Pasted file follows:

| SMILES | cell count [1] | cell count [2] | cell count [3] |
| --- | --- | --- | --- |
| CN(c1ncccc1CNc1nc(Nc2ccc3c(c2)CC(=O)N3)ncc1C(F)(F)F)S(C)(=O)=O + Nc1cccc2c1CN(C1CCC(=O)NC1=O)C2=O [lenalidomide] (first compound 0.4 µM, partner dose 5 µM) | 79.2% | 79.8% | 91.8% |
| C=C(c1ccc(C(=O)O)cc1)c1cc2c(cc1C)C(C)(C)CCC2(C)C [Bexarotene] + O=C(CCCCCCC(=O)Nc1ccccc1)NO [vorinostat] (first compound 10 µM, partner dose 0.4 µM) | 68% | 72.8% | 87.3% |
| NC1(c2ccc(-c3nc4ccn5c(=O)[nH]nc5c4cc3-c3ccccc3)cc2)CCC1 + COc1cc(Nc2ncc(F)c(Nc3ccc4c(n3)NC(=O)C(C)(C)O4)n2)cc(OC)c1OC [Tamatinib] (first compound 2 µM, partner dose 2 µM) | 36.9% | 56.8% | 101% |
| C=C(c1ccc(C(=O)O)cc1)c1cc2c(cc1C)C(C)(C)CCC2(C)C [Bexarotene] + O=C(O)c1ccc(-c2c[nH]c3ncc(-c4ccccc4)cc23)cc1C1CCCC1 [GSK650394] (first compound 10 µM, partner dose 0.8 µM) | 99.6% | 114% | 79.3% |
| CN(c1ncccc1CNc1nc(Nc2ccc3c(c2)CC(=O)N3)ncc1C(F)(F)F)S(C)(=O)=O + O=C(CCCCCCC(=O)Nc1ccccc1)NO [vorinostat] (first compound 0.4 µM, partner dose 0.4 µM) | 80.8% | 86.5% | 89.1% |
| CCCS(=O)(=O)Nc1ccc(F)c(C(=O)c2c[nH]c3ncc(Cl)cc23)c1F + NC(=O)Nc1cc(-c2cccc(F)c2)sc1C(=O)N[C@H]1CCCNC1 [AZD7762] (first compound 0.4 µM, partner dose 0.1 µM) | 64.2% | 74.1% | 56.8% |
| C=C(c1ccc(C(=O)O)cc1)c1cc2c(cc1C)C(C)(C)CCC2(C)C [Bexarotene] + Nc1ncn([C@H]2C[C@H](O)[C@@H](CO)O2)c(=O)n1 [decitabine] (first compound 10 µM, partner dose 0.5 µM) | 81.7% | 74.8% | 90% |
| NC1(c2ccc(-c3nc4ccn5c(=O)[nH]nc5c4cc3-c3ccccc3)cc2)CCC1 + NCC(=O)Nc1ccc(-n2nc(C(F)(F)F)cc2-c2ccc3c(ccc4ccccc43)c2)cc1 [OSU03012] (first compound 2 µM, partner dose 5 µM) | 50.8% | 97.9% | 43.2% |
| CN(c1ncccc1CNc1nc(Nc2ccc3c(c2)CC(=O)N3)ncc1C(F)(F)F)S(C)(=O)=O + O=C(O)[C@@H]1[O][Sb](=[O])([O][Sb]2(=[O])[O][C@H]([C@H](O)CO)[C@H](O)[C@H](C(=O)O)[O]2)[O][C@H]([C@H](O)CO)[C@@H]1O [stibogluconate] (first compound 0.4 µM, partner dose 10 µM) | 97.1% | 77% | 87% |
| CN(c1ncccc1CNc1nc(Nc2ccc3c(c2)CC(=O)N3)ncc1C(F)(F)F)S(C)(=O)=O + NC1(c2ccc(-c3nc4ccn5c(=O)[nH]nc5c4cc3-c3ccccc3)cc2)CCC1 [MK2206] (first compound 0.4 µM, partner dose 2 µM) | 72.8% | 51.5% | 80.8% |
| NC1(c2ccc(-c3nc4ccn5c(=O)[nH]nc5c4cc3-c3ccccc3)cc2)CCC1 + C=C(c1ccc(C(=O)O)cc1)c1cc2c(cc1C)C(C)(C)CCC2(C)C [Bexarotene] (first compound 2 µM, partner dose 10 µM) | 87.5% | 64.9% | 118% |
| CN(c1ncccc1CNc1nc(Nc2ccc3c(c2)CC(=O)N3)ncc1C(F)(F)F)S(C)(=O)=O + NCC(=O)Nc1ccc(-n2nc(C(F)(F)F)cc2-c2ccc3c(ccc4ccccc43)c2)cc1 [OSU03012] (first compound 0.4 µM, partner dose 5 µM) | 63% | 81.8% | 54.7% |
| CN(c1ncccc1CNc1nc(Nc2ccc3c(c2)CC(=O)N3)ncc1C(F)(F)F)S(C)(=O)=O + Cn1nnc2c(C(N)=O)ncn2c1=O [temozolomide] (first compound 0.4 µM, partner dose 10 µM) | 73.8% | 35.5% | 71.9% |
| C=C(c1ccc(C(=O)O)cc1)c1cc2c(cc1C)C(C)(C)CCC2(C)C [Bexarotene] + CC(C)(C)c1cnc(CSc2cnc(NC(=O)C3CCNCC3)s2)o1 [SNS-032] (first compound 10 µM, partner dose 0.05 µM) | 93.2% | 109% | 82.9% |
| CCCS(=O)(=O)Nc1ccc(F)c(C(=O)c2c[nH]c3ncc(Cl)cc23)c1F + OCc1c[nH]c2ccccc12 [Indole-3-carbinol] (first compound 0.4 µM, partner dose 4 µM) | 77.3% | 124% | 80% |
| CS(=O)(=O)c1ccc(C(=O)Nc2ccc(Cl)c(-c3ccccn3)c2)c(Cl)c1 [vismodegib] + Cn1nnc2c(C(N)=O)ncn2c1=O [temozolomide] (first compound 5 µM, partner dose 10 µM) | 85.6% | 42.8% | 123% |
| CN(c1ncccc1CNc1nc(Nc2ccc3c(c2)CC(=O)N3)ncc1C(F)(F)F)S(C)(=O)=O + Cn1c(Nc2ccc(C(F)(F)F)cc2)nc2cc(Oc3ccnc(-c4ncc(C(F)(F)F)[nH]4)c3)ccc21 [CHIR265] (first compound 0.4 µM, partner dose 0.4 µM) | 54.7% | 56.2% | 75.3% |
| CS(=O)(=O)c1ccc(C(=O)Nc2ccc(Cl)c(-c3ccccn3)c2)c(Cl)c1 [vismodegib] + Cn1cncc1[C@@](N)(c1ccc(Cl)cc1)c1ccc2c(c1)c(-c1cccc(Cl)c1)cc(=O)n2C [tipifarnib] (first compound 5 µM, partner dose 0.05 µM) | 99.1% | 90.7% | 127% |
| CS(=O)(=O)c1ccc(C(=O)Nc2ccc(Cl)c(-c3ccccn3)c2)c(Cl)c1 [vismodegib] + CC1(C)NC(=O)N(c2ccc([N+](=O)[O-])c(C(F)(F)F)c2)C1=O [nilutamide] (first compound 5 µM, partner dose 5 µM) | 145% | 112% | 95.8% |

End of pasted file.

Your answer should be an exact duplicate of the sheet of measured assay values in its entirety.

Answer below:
| SMILES | cell count [1] | cell count [2] | cell count [3] |
| --- | --- | --- | --- |
| CN(c1ncccc1CNc1nc(Nc2ccc3c(c2)CC(=O)N3)ncc1C(F)(F)F)S(C)(=O)=O + Nc1cccc2c1CN(C1CCC(=O)NC1=O)C2=O [lenalidomide] (first compound 0.4 µM, partner dose 5 µM) | 79.2% | 79.8% | 91.8% |
| C=C(c1ccc(C(=O)O)cc1)c1cc2c(cc1C)C(C)(C)CCC2(C)C [Bexarotene] + O=C(CCCCCCC(=O)Nc1ccccc1)NO [vorinostat] (first compound 10 µM, partner dose 0.4 µM) | 68% | 72.8% | 87.3% |
| NC1(c2ccc(-c3nc4ccn5c(=O)[nH]nc5c4cc3-c3ccccc3)cc2)CCC1 + COc1cc(Nc2ncc(F)c(Nc3ccc4c(n3)NC(=O)C(C)(C)O4)n2)cc(OC)c1OC [Tamatinib] (first compound 2 µM, partner dose 2 µM) | 36.9% | 56.8% | 101% |
| C=C(c1ccc(C(=O)O)cc1)c1cc2c(cc1C)C(C)(C)CCC2(C)C [Bexarotene] + O=C(O)c1ccc(-c2c[nH]c3ncc(-c4ccccc4)cc23)cc1C1CCCC1 [GSK650394] (first compound 10 µM, partner dose 0.8 µM) | 99.6% | 114% | 79.3% |
| CN(c1ncccc1CNc1nc(Nc2ccc3c(c2)CC(=O)N3)ncc1C(F)(F)F)S(C)(=O)=O + O=C(CCCCCCC(=O)Nc1ccccc1)NO [vorinostat] (first compound 0.4 µM, partner dose 0.4 µM) | 80.8% | 86.5% | 89.1% |
| CCCS(=O)(=O)Nc1ccc(F)c(C(=O)c2c[nH]c3ncc(Cl)cc23)c1F + NC(=O)Nc1cc(-c2cccc(F)c2)sc1C(=O)N[C@H]1CCCNC1 [AZD7762] (first compound 0.4 µM, partner dose 0.1 µM) | 64.2% | 74.1% | 56.8% |
| C=C(c1ccc(C(=O)O)cc1)c1cc2c(cc1C)C(C)(C)CCC2(C)C [Bexarotene] + Nc1ncn([C@H]2C[C@H](O)[C@@H](CO)O2)c(=O)n1 [decitabine] (first compound 10 µM, partner dose 0.5 µM) | 81.7% | 74.8% | 90% |
| NC1(c2ccc(-c3nc4ccn5c(=O)[nH]nc5c4cc3-c3ccccc3)cc2)CCC1 + NCC(=O)Nc1ccc(-n2nc(C(F)(F)F)cc2-c2ccc3c(ccc4ccccc43)c2)cc1 [OSU03012] (first compound 2 µM, partner dose 5 µM) | 50.8% | 97.9% | 43.2% |
| CN(c1ncccc1CNc1nc(Nc2ccc3c(c2)CC(=O)N3)ncc1C(F)(F)F)S(C)(=O)=O + O=C(O)[C@@H]1[O][Sb](=[O])([O][Sb]2(=[O])[O][C@H]([C@H](O)CO)[C@H](O)[C@H](C(=O)O)[O]2)[O][C@H]([C@H](O)CO)[C@@H]1O [stibogluconate] (first compound 0.4 µM, partner dose 10 µM) | 97.1% | 77% | 87% |
| CN(c1ncccc1CNc1nc(Nc2ccc3c(c2)CC(=O)N3)ncc1C(F)(F)F)S(C)(=O)=O + NC1(c2ccc(-c3nc4ccn5c(=O)[nH]nc5c4cc3-c3ccccc3)cc2)CCC1 [MK2206] (first compound 0.4 µM, partner dose 2 µM) | 72.8% | 51.5% | 80.8% |
| NC1(c2ccc(-c3nc4ccn5c(=O)[nH]nc5c4cc3-c3ccccc3)cc2)CCC1 + C=C(c1ccc(C(=O)O)cc1)c1cc2c(cc1C)C(C)(C)CCC2(C)C [Bexarotene] (first compound 2 µM, partner dose 10 µM) | 87.5% | 64.9% | 118% |
| CN(c1ncccc1CNc1nc(Nc2ccc3c(c2)CC(=O)N3)ncc1C(F)(F)F)S(C)(=O)=O + NCC(=O)Nc1ccc(-n2nc(C(F)(F)F)cc2-c2ccc3c(ccc4ccccc43)c2)cc1 [OSU03012] (first compound 0.4 µM, partner dose 5 µM) | 63% | 81.8% | 54.7% |
| CN(c1ncccc1CNc1nc(Nc2ccc3c(c2)CC(=O)N3)ncc1C(F)(F)F)S(C)(=O)=O + Cn1nnc2c(C(N)=O)ncn2c1=O [temozolomide] (first compound 0.4 µM, partner dose 10 µM) | 73.8% | 35.5% | 71.9% |
| C=C(c1ccc(C(=O)O)cc1)c1cc2c(cc1C)C(C)(C)CCC2(C)C [Bexarotene] + CC(C)(C)c1cnc(CSc2cnc(NC(=O)C3CCNCC3)s2)o1 [SNS-032] (first compound 10 µM, partner dose 0.05 µM) | 93.2% | 109% | 82.9% |
| CCCS(=O)(=O)Nc1ccc(F)c(C(=O)c2c[nH]c3ncc(Cl)cc23)c1F + OCc1c[nH]c2ccccc12 [Indole-3-carbinol] (first compound 0.4 µM, partner dose 4 µM) | 77.3% | 124% | 80% |
| CS(=O)(=O)c1ccc(C(=O)Nc2ccc(Cl)c(-c3ccccn3)c2)c(Cl)c1 [vismodegib] + Cn1nnc2c(C(N)=O)ncn2c1=O [temozolomide] (first compound 5 µM, partner dose 10 µM) | 85.6% | 42.8% | 123% |
| CN(c1ncccc1CNc1nc(Nc2ccc3c(c2)CC(=O)N3)ncc1C(F)(F)F)S(C)(=O)=O + Cn1c(Nc2ccc(C(F)(F)F)cc2)nc2cc(Oc3ccnc(-c4ncc(C(F)(F)F)[nH]4)c3)ccc21 [CHIR265] (first compound 0.4 µM, partner dose 0.4 µM) | 54.7% | 56.2% | 75.3% |
| CS(=O)(=O)c1ccc(C(=O)Nc2ccc(Cl)c(-c3ccccn3)c2)c(Cl)c1 [vismodegib] + Cn1cncc1[C@@](N)(c1ccc(Cl)cc1)c1ccc2c(c1)c(-c1cccc(Cl)c1)cc(=O)n2C [tipifarnib] (first compound 5 µM, partner dose 0.05 µM) | 99.1% | 90.7% | 127% |
| CS(=O)(=O)c1ccc(C(=O)Nc2ccc(Cl)c(-c3ccccn3)c2)c(Cl)c1 [vismodegib] + CC1(C)NC(=O)N(c2ccc([N+](=O)[O-])c(C(F)(F)F)c2)C1=O [nilutamide] (first compound 5 µM, partner dose 5 µM) | 145% | 112% | 95.8% |